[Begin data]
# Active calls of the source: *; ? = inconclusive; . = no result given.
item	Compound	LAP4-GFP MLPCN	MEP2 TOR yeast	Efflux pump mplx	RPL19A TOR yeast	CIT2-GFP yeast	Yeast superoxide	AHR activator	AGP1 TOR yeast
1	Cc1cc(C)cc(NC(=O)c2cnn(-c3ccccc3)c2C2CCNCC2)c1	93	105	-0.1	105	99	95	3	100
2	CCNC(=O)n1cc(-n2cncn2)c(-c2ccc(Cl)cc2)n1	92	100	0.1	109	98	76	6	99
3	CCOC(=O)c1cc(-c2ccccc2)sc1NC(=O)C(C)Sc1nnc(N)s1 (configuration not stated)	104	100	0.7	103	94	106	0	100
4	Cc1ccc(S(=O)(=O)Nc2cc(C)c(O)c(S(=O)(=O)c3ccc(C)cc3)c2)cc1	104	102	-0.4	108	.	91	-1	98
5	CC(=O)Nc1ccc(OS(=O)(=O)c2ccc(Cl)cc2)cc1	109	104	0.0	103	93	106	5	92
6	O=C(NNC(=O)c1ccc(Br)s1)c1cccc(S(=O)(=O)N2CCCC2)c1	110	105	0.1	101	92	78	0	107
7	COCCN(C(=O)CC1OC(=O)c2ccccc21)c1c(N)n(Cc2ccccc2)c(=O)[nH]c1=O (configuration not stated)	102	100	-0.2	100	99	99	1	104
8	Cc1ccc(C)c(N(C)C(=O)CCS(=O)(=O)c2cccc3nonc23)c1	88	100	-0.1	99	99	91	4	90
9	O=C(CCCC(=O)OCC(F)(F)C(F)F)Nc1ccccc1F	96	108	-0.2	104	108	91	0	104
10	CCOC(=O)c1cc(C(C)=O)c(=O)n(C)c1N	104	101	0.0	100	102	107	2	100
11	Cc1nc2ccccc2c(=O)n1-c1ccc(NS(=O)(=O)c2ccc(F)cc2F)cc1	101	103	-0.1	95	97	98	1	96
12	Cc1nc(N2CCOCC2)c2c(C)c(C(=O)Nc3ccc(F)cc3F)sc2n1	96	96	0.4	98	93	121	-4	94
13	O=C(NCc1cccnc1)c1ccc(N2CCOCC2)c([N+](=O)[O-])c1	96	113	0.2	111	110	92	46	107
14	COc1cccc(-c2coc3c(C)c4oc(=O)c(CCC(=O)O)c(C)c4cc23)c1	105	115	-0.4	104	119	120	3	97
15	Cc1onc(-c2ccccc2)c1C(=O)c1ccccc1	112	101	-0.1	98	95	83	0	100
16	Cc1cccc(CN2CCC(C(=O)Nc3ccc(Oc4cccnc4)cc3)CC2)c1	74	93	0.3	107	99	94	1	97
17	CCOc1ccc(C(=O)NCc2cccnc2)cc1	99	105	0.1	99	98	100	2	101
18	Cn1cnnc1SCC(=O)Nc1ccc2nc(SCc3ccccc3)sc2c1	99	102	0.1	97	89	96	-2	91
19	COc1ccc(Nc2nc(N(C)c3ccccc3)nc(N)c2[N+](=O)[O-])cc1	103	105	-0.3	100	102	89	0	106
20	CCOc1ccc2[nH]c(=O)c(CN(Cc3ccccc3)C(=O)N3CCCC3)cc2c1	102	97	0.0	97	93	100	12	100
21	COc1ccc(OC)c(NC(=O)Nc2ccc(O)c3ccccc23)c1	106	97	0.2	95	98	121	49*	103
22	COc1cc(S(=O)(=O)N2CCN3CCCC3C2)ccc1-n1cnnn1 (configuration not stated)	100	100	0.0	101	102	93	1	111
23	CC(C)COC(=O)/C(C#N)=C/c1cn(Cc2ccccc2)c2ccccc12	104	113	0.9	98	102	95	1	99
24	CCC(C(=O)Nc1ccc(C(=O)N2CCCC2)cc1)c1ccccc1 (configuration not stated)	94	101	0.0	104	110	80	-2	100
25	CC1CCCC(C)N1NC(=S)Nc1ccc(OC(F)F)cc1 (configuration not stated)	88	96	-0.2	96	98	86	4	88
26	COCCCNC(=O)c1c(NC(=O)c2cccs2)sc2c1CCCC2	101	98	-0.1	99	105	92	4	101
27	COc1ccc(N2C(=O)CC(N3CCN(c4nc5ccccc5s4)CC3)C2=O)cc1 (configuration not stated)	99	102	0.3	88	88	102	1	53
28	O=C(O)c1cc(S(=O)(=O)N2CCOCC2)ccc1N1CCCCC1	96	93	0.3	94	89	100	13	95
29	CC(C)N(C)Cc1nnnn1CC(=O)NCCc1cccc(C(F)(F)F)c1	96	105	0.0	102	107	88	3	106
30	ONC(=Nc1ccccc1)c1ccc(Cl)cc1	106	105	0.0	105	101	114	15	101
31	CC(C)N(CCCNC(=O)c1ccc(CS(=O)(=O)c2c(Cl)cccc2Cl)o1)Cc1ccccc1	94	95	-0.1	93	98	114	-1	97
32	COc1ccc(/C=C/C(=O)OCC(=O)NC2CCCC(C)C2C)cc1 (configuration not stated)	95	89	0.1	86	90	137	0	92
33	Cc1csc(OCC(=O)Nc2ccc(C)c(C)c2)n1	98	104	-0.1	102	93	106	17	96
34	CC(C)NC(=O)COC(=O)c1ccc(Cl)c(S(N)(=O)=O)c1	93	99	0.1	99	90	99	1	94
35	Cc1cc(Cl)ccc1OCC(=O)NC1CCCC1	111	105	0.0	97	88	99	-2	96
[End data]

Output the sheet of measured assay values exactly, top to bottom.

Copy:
# Active calls of the source: *; ? = inconclusive; . = no result given.
item	Compound	LAP4-GFP MLPCN	MEP2 TOR yeast	Efflux pump mplx	RPL19A TOR yeast	CIT2-GFP yeast	Yeast superoxide	AHR activator	AGP1 TOR yeast
1	Cc1cc(C)cc(NC(=O)c2cnn(-c3ccccc3)c2C2CCNCC2)c1	93	105	-0.1	105	99	95	3	100
2	CCNC(=O)n1cc(-n2cncn2)c(-c2ccc(Cl)cc2)n1	92	100	0.1	109	98	76	6	99
3	CCOC(=O)c1cc(-c2ccccc2)sc1NC(=O)C(C)Sc1nnc(N)s1 (configuration not stated)	104	100	0.7	103	94	106	0	100
4	Cc1ccc(S(=O)(=O)Nc2cc(C)c(O)c(S(=O)(=O)c3ccc(C)cc3)c2)cc1	104	102	-0.4	108	.	91	-1	98
5	CC(=O)Nc1ccc(OS(=O)(=O)c2ccc(Cl)cc2)cc1	109	104	0.0	103	93	106	5	92
6	O=C(NNC(=O)c1ccc(Br)s1)c1cccc(S(=O)(=O)N2CCCC2)c1	110	105	0.1	101	92	78	0	107
7	COCCN(C(=O)CC1OC(=O)c2ccccc21)c1c(N)n(Cc2ccccc2)c(=O)[nH]c1=O (configuration not stated)	102	100	-0.2	100	99	99	1	104
8	Cc1ccc(C)c(N(C)C(=O)CCS(=O)(=O)c2cccc3nonc23)c1	88	100	-0.1	99	99	91	4	90
9	O=C(CCCC(=O)OCC(F)(F)C(F)F)Nc1ccccc1F	96	108	-0.2	104	108	91	0	104
10	CCOC(=O)c1cc(C(C)=O)c(=O)n(C)c1N	104	101	0.0	100	102	107	2	100
11	Cc1nc2ccccc2c(=O)n1-c1ccc(NS(=O)(=O)c2ccc(F)cc2F)cc1	101	103	-0.1	95	97	98	1	96
12	Cc1nc(N2CCOCC2)c2c(C)c(C(=O)Nc3ccc(F)cc3F)sc2n1	96	96	0.4	98	93	121	-4	94
13	O=C(NCc1cccnc1)c1ccc(N2CCOCC2)c([N+](=O)[O-])c1	96	113	0.2	111	110	92	46	107
14	COc1cccc(-c2coc3c(C)c4oc(=O)c(CCC(=O)O)c(C)c4cc23)c1	105	115	-0.4	104	119	120	3	97
15	Cc1onc(-c2ccccc2)c1C(=O)c1ccccc1	112	101	-0.1	98	95	83	0	100
16	Cc1cccc(CN2CCC(C(=O)Nc3ccc(Oc4cccnc4)cc3)CC2)c1	74	93	0.3	107	99	94	1	97
17	CCOc1ccc(C(=O)NCc2cccnc2)cc1	99	105	0.1	99	98	100	2	101
18	Cn1cnnc1SCC(=O)Nc1ccc2nc(SCc3ccccc3)sc2c1	99	102	0.1	97	89	96	-2	91
19	COc1ccc(Nc2nc(N(C)c3ccccc3)nc(N)c2[N+](=O)[O-])cc1	103	105	-0.3	100	102	89	0	106
20	CCOc1ccc2[nH]c(=O)c(CN(Cc3ccccc3)C(=O)N3CCCC3)cc2c1	102	97	0.0	97	93	100	12	100
21	COc1ccc(OC)c(NC(=O)Nc2ccc(O)c3ccccc23)c1	106	97	0.2	95	98	121	49*	103
22	COc1cc(S(=O)(=O)N2CCN3CCCC3C2)ccc1-n1cnnn1 (configuration not stated)	100	100	0.0	101	102	93	1	111
23	CC(C)COC(=O)/C(C#N)=C/c1cn(Cc2ccccc2)c2ccccc12	104	113	0.9	98	102	95	1	99
24	CCC(C(=O)Nc1ccc(C(=O)N2CCCC2)cc1)c1ccccc1 (configuration not stated)	94	101	0.0	104	110	80	-2	100
25	CC1CCCC(C)N1NC(=S)Nc1ccc(OC(F)F)cc1 (configuration not stated)	88	96	-0.2	96	98	86	4	88
26	COCCCNC(=O)c1c(NC(=O)c2cccs2)sc2c1CCCC2	101	98	-0.1	99	105	92	4	101
27	COc1ccc(N2C(=O)CC(N3CCN(c4nc5ccccc5s4)CC3)C2=O)cc1 (configuration not stated)	99	102	0.3	88	88	102	1	53
28	O=C(O)c1cc(S(=O)(=O)N2CCOCC2)ccc1N1CCCCC1	96	93	0.3	94	89	100	13	95
29	CC(C)N(C)Cc1nnnn1CC(=O)NCCc1cccc(C(F)(F)F)c1	96	105	0.0	102	107	88	3	106
30	ONC(=Nc1ccccc1)c1ccc(Cl)cc1	106	105	0.0	105	101	114	15	101
31	CC(C)N(CCCNC(=O)c1ccc(CS(=O)(=O)c2c(Cl)cccc2Cl)o1)Cc1ccccc1	94	95	-0.1	93	98	114	-1	97
32	COc1ccc(/C=C/C(=O)OCC(=O)NC2CCCC(C)C2C)cc1 (configuration not stated)	95	89	0.1	86	90	137	0	92
33	Cc1csc(OCC(=O)Nc2ccc(C)c(C)c2)n1	98	104	-0.1	102	93	106	17	96
34	CC(C)NC(=O)COC(=O)c1ccc(Cl)c(S(N)(=O)=O)c1	93	99	0.1	99	90	99	1	94
35	Cc1cc(Cl)ccc1OCC(=O)NC1CCCC1	111	105	0.0	97	88	99	-2	96